SUP = Specific Use Permit. SUPs are used when someone wants to build something that’s not zoned. For example, a church in a residential area. The city may look at its impact and OK this specific use. There is a danger of overusing SUPs that tips them into spot zoning which neighbors can challenge.
ZILS = Zoning Information Links Suck. When looking at the zoning map, you’ll be able to click on specific parcels to get more information. Often the differently-zoned areas were created years ago and the city’s intern program has not been robust enough to get those (pre-2012?) documents digitized, so there’s little to see. And even on those rare circumstances when there is a case link, it’s almost certainly broken (in my experience). Think of them as electronic potholes.
All that said, let’s zoom in. Above is the intersection of Northwest Highway and Jupiter. On this map you see SUPs with the black squares background. One was granted for Sam’s Club (likely for their gas station). Another was for Bethel Lutheran Church. Lowes is zoned CR or Community Retail while southeast of Jupiter and Northwest Highway it’s RR or Regional Retail. The DR designations in red stand for Deed Restrictions (which could mean anything and are worth looking into).
Note: There are two kinds of deed restrictions, municipal and civil. Restrictive covenants are a type of deed restriction.
One final thing to be informed about is whether you’re in an historic or conservation district. Historic districts require lots of time to deal with the city whenever you want to move a stone on your own property. While annoying in the extreme, they’re also the most protected type of area in respect to zoning changes (they don’t happen). Conservation areas care about the pebbles and paint, but allow you to run it by city staff versus the whole City Plan Commission hearing and documentation required (cutting the weeks-and-weeks to hours-and-hours).
If you have problems or questions about zoning, perhaps you’ve seen a sign announcing a zoning change case has been filed (required) you can call the city at (214) 948-4480. In the times I’ve called, the hold times haven’t been too awful and folks seems happy to help figure stuff out or point you in the right direction.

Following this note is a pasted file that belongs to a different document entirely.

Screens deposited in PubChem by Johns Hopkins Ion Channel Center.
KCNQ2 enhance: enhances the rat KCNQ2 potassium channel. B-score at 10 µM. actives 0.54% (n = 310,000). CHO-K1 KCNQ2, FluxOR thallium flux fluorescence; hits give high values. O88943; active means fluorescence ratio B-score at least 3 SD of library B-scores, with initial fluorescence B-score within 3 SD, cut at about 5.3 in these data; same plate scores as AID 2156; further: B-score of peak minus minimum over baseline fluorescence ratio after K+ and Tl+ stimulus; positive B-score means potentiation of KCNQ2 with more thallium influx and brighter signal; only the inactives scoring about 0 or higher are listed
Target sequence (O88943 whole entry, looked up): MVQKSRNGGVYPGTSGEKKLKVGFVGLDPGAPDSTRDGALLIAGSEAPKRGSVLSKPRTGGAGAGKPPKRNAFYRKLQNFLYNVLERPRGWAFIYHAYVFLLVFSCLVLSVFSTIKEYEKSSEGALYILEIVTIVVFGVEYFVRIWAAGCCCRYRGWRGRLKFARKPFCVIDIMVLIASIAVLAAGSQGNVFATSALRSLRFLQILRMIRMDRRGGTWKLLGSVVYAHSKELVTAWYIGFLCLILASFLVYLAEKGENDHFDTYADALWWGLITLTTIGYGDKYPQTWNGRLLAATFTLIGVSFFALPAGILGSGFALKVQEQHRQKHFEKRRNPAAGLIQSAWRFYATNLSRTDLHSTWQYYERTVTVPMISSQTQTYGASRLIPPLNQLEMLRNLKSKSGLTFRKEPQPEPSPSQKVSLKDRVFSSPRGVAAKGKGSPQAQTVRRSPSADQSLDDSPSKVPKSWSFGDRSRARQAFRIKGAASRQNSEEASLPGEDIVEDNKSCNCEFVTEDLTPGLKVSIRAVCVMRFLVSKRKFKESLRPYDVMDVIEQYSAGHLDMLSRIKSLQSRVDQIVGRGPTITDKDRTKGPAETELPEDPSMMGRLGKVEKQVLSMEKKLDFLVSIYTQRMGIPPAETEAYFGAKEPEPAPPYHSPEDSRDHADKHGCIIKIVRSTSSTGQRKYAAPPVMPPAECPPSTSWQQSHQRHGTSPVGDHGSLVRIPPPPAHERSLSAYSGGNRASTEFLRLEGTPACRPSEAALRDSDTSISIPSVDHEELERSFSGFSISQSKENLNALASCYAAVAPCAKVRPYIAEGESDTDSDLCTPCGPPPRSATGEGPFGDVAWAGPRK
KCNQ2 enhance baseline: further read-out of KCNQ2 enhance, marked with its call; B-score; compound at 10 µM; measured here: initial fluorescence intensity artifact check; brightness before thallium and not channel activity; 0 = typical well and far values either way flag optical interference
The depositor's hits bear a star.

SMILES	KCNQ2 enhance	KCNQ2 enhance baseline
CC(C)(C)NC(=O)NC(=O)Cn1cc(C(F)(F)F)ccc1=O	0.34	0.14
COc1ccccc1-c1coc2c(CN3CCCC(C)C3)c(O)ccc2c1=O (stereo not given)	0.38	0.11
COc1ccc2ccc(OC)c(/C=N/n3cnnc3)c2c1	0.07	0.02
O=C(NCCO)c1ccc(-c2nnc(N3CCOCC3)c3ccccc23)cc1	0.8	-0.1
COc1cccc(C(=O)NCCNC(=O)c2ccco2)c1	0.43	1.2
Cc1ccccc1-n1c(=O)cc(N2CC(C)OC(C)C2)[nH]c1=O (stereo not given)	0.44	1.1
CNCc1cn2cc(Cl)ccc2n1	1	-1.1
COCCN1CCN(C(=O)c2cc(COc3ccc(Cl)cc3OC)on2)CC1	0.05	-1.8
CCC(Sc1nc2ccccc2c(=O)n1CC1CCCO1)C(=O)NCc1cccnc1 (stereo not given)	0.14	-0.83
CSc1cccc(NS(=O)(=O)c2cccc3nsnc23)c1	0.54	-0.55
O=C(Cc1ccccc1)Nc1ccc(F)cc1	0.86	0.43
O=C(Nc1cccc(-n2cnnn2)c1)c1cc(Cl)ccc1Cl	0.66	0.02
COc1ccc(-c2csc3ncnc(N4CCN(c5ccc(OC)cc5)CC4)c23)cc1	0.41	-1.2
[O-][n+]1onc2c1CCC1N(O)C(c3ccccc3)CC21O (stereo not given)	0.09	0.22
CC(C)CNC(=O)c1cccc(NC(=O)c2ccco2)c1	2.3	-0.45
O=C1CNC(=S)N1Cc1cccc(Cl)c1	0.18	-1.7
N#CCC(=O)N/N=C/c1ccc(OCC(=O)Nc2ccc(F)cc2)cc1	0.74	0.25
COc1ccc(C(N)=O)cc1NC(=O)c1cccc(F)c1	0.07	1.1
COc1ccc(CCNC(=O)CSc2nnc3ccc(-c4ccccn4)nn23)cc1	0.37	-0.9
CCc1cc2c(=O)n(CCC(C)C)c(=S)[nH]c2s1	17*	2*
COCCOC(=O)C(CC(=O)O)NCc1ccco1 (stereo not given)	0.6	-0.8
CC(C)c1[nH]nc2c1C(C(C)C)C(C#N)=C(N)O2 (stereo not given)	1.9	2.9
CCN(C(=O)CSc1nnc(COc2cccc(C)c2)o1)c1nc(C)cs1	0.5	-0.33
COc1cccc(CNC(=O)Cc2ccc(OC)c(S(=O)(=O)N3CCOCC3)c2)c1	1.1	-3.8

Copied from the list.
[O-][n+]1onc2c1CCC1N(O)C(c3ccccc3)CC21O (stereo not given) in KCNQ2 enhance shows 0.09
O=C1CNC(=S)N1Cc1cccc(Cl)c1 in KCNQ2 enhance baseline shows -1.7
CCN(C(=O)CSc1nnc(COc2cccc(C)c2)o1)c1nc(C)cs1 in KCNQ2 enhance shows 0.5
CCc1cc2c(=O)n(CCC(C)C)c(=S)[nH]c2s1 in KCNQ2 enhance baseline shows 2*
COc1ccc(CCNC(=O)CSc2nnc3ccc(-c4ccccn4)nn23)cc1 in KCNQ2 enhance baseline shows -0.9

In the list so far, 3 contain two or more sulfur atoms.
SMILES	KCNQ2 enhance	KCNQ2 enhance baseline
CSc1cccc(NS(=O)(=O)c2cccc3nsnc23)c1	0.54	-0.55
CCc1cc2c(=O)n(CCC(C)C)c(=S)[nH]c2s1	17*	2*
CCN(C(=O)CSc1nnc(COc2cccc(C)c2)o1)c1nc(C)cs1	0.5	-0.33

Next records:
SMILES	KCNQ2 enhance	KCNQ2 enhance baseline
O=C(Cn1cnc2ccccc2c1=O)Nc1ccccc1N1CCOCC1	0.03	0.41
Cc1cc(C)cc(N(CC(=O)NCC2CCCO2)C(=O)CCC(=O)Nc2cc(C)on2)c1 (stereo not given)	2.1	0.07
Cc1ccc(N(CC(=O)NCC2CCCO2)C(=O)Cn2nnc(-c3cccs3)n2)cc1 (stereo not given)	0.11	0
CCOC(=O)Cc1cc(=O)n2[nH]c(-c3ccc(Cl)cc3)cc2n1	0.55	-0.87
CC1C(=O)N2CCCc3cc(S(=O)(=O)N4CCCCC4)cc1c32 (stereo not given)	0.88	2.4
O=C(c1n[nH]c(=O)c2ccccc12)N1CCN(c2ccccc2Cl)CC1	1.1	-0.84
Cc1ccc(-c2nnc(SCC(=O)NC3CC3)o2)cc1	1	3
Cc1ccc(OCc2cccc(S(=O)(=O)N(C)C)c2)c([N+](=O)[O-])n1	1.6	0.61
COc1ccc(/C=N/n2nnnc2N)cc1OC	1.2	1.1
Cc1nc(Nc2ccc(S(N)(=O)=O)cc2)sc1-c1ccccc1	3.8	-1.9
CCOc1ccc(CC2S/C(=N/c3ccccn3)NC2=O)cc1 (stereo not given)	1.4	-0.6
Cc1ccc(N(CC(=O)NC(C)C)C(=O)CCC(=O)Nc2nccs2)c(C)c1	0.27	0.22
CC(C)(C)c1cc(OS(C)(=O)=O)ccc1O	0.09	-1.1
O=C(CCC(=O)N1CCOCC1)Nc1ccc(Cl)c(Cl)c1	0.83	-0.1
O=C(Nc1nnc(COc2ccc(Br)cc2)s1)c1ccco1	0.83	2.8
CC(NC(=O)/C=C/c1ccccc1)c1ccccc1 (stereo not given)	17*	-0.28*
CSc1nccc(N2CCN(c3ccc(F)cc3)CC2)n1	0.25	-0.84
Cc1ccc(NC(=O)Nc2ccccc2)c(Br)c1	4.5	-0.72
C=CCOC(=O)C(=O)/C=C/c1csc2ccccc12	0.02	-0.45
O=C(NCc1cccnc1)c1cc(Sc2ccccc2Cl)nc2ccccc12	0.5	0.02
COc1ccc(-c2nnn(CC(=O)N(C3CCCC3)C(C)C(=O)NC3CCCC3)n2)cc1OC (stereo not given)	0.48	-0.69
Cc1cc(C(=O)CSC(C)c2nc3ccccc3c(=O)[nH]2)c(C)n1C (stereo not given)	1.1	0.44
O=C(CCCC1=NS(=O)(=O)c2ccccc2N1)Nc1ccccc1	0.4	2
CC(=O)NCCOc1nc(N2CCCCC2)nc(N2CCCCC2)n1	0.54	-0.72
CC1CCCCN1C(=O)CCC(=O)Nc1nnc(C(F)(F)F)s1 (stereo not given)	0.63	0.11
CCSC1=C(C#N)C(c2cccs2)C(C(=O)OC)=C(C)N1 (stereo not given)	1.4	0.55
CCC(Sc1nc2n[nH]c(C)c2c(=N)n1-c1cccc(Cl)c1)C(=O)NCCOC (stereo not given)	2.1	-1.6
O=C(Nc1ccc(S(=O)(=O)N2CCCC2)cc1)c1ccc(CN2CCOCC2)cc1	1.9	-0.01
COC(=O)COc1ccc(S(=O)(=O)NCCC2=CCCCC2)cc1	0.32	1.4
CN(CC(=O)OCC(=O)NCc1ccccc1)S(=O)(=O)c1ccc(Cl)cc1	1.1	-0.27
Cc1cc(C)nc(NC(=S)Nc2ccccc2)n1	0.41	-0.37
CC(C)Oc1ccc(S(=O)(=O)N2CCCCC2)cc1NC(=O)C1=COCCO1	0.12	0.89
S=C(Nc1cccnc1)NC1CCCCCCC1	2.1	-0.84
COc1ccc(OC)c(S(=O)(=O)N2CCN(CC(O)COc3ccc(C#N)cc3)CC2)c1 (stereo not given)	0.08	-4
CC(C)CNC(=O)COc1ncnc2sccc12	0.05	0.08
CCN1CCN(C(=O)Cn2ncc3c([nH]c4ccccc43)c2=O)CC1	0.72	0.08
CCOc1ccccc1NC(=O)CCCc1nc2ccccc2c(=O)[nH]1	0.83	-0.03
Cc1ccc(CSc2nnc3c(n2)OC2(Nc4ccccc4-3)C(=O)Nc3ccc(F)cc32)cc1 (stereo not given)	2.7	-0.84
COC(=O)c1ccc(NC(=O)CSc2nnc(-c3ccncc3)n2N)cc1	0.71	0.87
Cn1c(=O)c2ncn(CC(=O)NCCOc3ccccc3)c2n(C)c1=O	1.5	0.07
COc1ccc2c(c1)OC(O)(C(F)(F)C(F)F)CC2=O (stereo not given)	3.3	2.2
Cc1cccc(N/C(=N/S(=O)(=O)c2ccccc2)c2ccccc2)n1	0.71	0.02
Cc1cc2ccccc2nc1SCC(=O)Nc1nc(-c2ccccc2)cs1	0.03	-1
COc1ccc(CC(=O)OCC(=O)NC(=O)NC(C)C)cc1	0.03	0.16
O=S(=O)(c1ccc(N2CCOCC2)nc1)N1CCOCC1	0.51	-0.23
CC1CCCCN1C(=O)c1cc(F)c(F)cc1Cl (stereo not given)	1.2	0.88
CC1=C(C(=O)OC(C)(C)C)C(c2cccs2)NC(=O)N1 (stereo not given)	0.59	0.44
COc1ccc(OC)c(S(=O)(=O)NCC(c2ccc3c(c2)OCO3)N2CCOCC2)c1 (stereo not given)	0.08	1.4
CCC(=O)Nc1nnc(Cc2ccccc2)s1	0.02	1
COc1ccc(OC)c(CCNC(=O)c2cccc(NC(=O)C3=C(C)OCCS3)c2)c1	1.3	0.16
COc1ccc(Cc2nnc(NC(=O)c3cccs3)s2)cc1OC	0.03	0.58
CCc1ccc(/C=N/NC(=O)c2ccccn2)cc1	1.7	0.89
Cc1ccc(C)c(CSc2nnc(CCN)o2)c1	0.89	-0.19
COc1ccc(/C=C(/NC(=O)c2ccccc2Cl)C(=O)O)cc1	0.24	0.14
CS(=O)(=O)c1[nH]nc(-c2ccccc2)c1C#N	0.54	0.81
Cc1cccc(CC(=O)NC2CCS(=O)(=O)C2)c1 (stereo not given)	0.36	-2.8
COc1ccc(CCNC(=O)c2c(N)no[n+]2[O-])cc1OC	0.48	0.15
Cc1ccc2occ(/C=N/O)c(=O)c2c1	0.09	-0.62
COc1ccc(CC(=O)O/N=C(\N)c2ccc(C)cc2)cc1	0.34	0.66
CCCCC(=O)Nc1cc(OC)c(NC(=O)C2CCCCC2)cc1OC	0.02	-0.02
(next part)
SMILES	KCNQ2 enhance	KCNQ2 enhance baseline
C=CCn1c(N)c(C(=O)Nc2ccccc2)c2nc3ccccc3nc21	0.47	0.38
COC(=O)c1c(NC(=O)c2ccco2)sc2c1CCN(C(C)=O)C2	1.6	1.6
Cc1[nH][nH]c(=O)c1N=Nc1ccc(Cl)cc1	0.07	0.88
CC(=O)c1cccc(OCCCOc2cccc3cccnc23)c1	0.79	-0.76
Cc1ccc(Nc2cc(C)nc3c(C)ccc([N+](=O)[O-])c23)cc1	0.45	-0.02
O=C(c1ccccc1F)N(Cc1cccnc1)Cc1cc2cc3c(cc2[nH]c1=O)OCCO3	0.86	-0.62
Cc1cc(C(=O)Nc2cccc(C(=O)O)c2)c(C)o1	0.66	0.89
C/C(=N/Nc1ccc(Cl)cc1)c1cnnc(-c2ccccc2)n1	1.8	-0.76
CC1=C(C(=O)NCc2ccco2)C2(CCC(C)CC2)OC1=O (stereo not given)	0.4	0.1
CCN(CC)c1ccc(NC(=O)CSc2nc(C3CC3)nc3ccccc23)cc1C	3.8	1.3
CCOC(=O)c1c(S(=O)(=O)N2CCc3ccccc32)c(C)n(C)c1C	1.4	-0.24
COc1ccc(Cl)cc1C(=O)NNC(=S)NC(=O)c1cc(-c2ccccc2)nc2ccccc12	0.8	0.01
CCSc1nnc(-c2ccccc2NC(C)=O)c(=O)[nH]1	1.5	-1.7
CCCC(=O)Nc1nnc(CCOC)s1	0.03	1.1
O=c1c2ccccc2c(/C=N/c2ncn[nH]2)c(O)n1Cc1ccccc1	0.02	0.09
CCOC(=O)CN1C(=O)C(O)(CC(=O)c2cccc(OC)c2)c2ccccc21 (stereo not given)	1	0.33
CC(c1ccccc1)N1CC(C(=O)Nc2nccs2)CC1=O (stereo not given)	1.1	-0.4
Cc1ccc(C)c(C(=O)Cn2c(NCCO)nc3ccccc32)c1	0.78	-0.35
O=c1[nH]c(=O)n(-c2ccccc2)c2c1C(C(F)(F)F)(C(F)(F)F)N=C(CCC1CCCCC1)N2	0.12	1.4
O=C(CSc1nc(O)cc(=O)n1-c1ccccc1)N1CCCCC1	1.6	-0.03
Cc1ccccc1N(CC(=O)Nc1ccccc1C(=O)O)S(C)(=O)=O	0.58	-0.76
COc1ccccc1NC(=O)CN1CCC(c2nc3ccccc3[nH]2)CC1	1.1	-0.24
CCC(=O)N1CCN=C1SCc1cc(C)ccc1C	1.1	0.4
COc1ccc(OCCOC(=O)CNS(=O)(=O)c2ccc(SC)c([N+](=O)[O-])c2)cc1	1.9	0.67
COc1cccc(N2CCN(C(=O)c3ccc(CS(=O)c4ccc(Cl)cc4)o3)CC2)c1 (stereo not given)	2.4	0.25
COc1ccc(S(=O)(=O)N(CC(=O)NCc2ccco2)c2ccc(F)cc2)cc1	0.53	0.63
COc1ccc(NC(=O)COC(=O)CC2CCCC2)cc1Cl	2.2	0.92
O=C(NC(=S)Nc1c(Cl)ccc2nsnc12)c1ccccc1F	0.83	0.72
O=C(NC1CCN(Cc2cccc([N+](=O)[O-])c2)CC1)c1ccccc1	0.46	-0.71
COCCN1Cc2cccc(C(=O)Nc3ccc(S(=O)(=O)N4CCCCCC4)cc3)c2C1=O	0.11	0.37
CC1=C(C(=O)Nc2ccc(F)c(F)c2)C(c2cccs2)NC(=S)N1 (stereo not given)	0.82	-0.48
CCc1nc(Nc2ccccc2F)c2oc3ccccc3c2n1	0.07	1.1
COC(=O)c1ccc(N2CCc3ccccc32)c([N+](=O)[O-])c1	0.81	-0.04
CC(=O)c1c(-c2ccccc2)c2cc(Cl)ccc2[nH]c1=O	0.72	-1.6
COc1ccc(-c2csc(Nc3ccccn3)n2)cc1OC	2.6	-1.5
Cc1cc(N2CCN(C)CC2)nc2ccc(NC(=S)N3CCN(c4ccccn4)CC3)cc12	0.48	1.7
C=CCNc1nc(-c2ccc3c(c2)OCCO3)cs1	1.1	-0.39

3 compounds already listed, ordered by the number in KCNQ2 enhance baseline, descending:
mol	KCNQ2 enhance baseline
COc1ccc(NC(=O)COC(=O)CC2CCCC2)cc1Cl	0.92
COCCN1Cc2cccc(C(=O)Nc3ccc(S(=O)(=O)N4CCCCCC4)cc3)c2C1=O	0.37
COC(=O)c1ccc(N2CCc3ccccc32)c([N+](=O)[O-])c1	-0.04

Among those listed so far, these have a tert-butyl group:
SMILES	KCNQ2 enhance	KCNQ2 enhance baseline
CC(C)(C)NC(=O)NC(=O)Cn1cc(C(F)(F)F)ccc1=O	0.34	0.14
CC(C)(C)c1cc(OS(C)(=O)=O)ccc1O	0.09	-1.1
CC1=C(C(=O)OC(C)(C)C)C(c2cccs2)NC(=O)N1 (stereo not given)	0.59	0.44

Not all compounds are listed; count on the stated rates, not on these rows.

Now I Know. Now What?
If you’re in or buying in or near a PD or PDS, get a copy of the paperwork and read. Because, let’s say it’s an area that allows significantly higher density. You’ll want to understand what that means and pay attention to what’s going on with any zoning cases. One way of doing this is to participate, support, or at least get on the mailing list of your neighborhood association. If you live in Uptown, Knox, or Oak Lawn, that’s the Oak Lawn Committee who oversees the vast PD-193 area.
Developers go for the easy win and often seek out parcels that have enough zoning to do their business. But as parcels within higher density zoning dwindles, they start nibbling around the edges. It’s the developer version of, “Well, Molly’s parents let her stay out until 10 p.m.” If the parcel next door has significantly more zoning, they’ll want to convince the city to extend the zoning to their parcel. Developers will also go after increased density if they want to build in a hot area that has no appropriately zoned land available.
If you want to sell out or purchase in an area ripe for increased density, there can be financial gains waiting. For those wanting nothing to change or to have outsized control over that change, that’s a little tougher to come by in hot areas and requires more careful planning.
Certainly the Toll Brothers’ high-rise in Oak Lawn, in an area zoned for high-rises, has been a vivid and painful lesson for those, many living in a neighboring high-rise, who have not paid attention to their area.
Yazz and the Plastic Population may not have had urban growth in mind when they sang The Only Way is Up in 1988, but they were right.
Remember: High-rises, HOAs and renovation are my beat. But I also appreciate modern and historical architecture balanced against the YIMBY movement. If you’re interested in hosting a Candysdirt.com Staff Meeting event, I’m your guy. In 2016 and 2017, the National Association of Real Estate Editors has recognized my writing with two Bronze (2016, 2017) and two Silver (2016, 2017) awards. Have a story to tell or a marriage proposal to make? Shoot me an email firstname.lastname@example.org.